August 10, 2010 at 7:38 PM EST - Updated June 21 at 5:25 PM
GARDEN CITY, N.Y. (AP) — A former U.S. sailor who feared being turned in for having gay sex aboard a Navy vessel recruited three others to help him kill a crewman who witnessed the encounter nearly two decades ago, a law enforcement official familiar with the investigation told The Associated Press.
Thomas Solheim, 53, of Montauk, N.Y., was arrested near his home last month on a fugitive warrant linking him to the 1992 killing of a sailor near a South Carolina naval base. Three others — all former Navy personnel — also have been arrested in recent weeks in connection with the death of 22-year-old James Horton.
Solheim had been fighting extradition, but a New York judge on Monday ruled that all the legal paperwork regarding his arrest was in proper order, clearing the way for authorities to transport him to South Carolina to face murder, kidnapping and other charges.
He was represented by a public defender from Legal Aid, which has a policy of not commenting on pending cases. A message left at the Legal Aid office also was not returned.
Horton, a native of Sherburne, N.Y., was found hands tied behind his back with a gunshot wound to the chest in a watery ditch northwest of Charleston, S.C., in November of 1992. He had been sexually assaulted and struck in the head with a blunt object. Authorities believe he was killed Oct. 30, although his body wasn't found until two weeks later. Horton was stationed at the Charleston Naval Base at the time. The base closed in the mid-1990s.
Rosaline Horton, a retired school custodian, told AP last month that her son was serving aboard the minesweeper USS Exultant and had served two tours in the first Gulf War. She said he had discovered two men engaging in sex aboard the vessel, but believes he never reported the incident to authorities.
A New York law enforcement official, speaking on condition of anonymity because South Carolina authorities are leading the investigation, said Solheim and three others participated in Horton's killing. "He was the motivation for it (the killing) to occur," the official said.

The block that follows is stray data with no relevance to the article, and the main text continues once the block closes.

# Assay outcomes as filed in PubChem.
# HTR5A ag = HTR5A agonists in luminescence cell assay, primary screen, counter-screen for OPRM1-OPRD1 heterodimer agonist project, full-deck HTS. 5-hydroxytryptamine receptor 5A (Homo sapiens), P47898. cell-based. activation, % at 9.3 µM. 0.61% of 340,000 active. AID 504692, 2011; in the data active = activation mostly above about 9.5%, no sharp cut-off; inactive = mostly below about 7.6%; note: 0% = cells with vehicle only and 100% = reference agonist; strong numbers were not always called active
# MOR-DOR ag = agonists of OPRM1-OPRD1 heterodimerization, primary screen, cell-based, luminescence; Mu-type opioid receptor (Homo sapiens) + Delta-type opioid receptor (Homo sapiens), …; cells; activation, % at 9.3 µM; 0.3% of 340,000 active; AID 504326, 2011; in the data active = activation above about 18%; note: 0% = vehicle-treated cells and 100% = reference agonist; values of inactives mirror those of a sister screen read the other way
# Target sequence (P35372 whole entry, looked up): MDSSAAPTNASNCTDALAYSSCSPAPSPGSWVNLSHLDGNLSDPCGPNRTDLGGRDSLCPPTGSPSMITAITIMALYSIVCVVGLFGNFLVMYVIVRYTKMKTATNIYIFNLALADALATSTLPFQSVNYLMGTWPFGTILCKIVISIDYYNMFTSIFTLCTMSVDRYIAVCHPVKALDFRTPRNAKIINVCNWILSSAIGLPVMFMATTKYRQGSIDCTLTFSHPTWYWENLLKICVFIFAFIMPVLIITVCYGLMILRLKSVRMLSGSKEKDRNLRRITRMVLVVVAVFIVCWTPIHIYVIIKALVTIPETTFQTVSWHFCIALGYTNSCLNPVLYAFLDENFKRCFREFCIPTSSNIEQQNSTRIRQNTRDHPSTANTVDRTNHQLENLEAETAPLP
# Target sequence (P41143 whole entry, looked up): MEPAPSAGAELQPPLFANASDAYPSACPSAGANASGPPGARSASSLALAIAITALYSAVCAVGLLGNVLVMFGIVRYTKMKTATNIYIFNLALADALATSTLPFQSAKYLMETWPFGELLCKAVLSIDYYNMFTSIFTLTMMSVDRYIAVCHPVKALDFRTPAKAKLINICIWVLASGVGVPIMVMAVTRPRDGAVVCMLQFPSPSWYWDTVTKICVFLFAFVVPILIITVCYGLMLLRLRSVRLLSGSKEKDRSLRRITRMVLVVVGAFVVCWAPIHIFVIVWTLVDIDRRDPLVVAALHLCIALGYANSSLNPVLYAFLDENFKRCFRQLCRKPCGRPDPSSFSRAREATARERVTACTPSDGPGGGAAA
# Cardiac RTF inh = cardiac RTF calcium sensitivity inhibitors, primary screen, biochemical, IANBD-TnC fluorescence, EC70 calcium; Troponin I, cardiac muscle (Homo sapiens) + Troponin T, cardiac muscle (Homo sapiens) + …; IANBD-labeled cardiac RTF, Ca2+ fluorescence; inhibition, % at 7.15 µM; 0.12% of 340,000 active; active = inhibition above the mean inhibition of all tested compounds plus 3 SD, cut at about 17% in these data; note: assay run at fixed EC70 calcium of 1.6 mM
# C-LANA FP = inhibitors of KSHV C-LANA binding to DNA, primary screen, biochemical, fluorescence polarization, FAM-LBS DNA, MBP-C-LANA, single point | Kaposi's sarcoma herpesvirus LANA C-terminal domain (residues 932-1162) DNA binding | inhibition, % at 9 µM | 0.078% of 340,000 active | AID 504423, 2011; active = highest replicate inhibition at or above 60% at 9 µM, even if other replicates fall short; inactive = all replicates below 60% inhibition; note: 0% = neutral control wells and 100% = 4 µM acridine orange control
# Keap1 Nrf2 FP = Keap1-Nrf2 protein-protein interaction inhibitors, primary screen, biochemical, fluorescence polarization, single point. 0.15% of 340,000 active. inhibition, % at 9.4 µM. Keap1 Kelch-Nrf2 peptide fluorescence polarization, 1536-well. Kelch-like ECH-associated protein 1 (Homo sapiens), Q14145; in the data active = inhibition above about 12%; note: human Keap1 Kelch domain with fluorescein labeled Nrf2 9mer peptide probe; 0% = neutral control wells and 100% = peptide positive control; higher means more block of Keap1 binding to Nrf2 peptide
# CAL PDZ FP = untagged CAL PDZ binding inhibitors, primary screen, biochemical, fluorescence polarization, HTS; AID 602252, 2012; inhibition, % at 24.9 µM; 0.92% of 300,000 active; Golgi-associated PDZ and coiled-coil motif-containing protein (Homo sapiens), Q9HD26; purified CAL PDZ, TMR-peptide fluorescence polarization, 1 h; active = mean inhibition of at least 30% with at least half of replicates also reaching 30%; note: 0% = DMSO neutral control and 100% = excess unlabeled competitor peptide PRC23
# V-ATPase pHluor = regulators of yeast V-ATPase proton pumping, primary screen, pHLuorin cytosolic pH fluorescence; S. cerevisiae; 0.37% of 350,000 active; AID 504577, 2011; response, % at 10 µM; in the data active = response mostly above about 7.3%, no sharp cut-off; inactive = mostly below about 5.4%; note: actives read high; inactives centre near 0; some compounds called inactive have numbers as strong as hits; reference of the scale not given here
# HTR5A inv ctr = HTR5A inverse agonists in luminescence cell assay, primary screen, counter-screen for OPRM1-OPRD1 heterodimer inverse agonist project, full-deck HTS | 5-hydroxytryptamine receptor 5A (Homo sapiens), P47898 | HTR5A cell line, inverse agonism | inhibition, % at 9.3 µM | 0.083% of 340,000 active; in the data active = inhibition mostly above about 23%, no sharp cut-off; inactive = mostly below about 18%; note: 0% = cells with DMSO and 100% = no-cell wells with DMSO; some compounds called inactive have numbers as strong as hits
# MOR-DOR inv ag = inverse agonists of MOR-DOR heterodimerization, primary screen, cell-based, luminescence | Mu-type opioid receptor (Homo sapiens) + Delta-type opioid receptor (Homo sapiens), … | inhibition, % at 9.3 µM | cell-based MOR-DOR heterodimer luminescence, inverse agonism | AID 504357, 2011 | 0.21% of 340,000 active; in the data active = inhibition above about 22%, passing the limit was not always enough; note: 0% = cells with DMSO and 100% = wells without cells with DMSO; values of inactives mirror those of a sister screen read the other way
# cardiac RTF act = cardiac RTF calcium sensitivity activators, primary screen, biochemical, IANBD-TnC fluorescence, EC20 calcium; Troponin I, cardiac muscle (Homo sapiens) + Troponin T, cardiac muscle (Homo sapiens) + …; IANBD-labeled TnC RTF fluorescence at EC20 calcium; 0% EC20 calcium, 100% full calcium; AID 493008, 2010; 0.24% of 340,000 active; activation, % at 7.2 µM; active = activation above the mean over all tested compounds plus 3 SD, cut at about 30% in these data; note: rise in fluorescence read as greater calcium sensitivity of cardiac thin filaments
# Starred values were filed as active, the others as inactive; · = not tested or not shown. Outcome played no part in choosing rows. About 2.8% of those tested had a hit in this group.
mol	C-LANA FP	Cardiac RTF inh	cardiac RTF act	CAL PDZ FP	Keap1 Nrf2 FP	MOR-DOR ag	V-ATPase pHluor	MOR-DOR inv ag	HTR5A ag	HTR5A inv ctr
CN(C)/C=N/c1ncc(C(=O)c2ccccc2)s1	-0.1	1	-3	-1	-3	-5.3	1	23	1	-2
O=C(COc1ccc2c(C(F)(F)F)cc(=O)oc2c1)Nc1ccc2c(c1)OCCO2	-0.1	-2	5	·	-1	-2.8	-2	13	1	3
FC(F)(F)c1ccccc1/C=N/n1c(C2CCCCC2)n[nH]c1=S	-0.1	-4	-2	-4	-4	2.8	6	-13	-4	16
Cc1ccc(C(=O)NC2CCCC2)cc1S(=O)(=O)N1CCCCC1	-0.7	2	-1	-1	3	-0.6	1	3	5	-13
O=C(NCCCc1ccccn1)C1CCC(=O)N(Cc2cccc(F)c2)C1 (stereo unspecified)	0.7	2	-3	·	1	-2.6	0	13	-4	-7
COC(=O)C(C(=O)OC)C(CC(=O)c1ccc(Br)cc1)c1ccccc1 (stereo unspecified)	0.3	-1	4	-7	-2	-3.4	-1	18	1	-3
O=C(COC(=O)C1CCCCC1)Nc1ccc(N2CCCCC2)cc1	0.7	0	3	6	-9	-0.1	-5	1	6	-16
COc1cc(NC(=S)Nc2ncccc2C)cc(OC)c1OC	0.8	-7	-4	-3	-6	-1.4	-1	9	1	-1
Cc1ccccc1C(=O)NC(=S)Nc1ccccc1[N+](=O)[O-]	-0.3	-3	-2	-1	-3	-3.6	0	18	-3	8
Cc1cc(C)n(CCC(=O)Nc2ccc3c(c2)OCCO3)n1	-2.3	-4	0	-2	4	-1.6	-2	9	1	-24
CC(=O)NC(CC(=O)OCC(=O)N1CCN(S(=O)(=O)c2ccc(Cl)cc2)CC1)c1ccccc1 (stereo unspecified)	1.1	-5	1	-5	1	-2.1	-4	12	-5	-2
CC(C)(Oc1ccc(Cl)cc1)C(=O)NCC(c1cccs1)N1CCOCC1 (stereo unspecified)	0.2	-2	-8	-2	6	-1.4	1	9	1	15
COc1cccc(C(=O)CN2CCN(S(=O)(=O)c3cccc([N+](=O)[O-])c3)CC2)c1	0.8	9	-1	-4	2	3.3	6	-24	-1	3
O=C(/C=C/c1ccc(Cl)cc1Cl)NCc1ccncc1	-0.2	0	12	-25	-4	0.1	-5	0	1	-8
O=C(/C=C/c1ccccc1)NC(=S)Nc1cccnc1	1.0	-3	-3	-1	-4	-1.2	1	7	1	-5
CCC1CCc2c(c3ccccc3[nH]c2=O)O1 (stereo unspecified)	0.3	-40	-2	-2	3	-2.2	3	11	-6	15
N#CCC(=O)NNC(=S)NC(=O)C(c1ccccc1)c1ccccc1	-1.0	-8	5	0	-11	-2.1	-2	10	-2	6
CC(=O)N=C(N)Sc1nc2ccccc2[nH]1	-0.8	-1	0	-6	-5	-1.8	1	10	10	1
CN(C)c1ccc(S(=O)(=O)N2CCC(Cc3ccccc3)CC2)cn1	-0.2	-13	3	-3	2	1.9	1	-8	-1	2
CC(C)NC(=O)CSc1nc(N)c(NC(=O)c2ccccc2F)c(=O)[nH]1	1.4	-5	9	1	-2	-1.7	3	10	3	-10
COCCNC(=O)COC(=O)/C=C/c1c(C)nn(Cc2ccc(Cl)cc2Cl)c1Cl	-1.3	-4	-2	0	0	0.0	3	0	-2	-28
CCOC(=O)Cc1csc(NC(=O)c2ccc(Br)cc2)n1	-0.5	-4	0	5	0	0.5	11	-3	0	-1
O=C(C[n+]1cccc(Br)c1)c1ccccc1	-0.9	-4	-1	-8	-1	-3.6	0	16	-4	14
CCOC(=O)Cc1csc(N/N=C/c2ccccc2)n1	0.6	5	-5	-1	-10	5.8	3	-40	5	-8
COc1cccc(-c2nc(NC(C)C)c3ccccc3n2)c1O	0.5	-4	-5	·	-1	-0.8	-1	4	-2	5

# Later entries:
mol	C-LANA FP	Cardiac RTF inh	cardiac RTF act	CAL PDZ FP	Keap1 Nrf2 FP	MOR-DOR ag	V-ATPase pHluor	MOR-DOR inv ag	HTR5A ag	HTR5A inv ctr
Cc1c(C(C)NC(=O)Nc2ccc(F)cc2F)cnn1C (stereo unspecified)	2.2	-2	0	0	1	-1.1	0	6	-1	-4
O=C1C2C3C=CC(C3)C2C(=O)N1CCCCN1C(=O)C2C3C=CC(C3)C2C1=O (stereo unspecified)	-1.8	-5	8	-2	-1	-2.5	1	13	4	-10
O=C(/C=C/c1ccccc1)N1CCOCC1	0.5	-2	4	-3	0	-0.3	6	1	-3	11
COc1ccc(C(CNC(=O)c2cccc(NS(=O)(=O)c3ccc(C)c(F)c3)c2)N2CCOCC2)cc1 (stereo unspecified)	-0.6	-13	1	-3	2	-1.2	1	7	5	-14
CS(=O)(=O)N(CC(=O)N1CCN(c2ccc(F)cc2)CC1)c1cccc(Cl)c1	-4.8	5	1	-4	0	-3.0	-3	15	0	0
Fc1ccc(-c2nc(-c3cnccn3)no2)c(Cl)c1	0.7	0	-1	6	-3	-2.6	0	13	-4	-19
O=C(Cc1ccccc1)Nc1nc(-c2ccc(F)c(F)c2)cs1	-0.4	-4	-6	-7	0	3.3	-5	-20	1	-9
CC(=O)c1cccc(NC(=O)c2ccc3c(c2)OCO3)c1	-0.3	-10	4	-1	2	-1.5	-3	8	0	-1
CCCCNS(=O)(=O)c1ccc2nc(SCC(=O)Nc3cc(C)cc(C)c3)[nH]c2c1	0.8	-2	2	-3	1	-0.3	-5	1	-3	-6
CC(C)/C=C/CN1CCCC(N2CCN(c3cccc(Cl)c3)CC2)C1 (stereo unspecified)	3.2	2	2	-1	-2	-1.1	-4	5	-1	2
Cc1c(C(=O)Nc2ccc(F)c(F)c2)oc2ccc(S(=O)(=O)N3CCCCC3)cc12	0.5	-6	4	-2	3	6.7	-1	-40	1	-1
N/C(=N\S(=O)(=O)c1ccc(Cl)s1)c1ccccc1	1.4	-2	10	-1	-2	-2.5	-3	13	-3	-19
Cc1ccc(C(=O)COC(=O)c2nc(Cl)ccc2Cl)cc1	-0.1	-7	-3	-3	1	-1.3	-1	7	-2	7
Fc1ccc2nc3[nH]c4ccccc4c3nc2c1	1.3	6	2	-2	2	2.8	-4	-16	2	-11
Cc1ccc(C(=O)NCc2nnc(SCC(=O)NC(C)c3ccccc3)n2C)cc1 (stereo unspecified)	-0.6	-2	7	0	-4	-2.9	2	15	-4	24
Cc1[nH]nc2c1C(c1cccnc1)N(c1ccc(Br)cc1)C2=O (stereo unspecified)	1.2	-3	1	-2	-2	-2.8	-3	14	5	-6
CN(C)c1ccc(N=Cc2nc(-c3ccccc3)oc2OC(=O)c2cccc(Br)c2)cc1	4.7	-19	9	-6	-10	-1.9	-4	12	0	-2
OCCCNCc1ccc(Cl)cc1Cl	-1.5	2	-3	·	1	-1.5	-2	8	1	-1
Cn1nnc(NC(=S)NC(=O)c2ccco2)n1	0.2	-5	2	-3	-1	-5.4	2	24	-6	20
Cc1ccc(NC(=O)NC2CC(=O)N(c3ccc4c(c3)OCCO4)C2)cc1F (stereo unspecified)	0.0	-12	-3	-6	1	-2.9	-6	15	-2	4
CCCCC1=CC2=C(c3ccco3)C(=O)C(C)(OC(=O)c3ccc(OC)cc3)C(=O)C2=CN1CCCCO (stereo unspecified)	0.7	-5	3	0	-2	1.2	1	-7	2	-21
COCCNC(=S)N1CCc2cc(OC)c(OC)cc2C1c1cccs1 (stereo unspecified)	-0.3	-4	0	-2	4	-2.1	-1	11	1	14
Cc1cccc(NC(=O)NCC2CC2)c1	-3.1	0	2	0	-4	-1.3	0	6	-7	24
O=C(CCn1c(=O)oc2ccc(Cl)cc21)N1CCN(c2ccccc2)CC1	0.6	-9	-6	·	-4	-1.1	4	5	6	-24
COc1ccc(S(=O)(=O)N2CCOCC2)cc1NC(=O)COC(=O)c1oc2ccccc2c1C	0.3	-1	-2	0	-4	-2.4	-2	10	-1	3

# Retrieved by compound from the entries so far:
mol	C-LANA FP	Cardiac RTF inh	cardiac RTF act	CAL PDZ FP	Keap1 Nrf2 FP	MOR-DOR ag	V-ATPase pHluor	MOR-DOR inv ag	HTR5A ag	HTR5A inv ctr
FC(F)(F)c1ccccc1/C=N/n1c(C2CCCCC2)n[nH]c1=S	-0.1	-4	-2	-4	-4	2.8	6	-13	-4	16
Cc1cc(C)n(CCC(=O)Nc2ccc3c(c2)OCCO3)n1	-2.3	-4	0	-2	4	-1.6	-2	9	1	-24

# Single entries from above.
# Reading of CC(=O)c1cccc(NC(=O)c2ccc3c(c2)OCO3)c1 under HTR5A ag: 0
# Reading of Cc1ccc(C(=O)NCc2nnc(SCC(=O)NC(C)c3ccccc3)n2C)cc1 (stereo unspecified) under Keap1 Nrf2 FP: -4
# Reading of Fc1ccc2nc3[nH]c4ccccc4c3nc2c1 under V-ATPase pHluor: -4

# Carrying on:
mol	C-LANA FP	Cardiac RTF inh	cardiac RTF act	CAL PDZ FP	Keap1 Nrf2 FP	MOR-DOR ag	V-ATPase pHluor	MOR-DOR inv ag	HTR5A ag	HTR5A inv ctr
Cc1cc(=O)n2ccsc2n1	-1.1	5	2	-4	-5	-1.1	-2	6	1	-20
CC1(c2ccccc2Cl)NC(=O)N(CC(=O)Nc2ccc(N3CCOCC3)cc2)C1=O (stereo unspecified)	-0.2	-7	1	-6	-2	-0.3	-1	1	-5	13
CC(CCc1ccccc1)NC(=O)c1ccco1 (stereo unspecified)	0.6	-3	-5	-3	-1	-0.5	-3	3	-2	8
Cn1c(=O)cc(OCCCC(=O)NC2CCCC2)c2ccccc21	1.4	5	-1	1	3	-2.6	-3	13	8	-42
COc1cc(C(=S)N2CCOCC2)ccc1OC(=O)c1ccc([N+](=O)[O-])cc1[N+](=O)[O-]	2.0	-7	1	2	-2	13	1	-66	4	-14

Charles Welty, 38, of Missoula, Mont.; Douglas Emery, 40, of Hemet, Calif.; and Konnie Jan Glidden, 38, of Goose Creek, S.C., are being held without bail in South Carolina in connection with the killing. They have been charged with kidnapping, criminal sexual conduct and murder, according to Paul O'Donnell, a public affairs officer for the Naval Criminal Investigative Service.
Arrest warrants from Berkeley County, S.C., indicate Welty was the first of the four arrested — in early July in Montana — and that he made audio and videotaped statements implicating himself and the others in the killing. Officials in South Carolina said no decision has been made on whether to seek the death penalty against any of the defendants.
"Our client just adamantly denies that he had anything to do with this and we just have no idea what the prosecution claims links him to the incident," said Jonathan Milling, an attorney representing Emery, who was arrested last month in New Jersey.
Glidden's attorney, Kate Landess, said she has not been told the details of her client's involvement in the killing. There were no court records indicating that Welty had an attorney.
Solheim is expected to face the same charges as the other three, along with desecrating a corpse. Robert Clifford, spokesman for the Suffolk County district attorney, said Solheim should be transported to South Carolina within 10 days.
Solheim, a gunner's mate, told authorities he had served in the Navy for 17 years. He and Emery, a engineman, and Horton, a boatswain's mate, served aboard the USS Exultant while Welty was assigned to the USS Frank Cable, serving as an electrician's mate. Glidden was a hospital corpsman assigned to the U.S. Navy Hospital in Charleston.
The NCIS spokesman did not have immediate information on when Solheim was discharged. He is believed to be a longtime Montauk resident.
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